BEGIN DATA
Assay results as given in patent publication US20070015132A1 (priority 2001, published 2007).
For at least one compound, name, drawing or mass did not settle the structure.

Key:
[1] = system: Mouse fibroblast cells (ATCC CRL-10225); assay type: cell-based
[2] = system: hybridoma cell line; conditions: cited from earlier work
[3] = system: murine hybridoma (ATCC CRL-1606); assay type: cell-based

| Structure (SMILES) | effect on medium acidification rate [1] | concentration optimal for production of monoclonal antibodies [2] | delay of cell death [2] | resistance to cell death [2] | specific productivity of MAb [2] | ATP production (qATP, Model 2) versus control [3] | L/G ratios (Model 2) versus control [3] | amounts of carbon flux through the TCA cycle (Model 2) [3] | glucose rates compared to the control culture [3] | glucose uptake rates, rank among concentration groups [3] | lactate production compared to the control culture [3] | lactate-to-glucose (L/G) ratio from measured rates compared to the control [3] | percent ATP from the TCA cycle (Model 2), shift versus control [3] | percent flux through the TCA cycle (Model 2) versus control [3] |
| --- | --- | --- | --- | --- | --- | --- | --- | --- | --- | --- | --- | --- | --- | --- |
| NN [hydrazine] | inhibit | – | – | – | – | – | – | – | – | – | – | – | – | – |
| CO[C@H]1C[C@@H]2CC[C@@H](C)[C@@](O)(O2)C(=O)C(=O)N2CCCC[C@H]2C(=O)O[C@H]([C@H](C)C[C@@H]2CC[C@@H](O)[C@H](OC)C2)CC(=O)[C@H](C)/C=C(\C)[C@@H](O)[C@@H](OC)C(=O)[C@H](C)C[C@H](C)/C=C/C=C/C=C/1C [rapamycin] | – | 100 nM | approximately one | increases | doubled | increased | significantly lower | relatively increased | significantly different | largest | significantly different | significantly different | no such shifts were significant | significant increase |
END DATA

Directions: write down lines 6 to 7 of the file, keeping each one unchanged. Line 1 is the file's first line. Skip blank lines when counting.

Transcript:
[3] = system: murine hybridoma (ATCC CRL-1606); assay type: cell-based

| Structure (SMILES) | effect on medium acidification rate [1] | concentration optimal for production of monoclonal antibodies [2] | delay of cell death [2] | resistance to cell death [2] | specific productivity of MAb [2] | ATP production (qATP, Model 2) versus control [3] | L/G ratios (Model 2) versus control [3] | amounts of carbon flux through the TCA cycle (Model 2) [3] | glucose rates compared to the control culture [3] | glucose uptake rates, rank among concentration groups [3] | lactate production compared to the control culture [3] | lactate-to-glucose (L/G) ratio from measured rates compared to the control [3] | percent ATP from the TCA cycle (Model 2), shift versus control [3] | percent flux through the TCA cycle (Model 2) versus control [3] |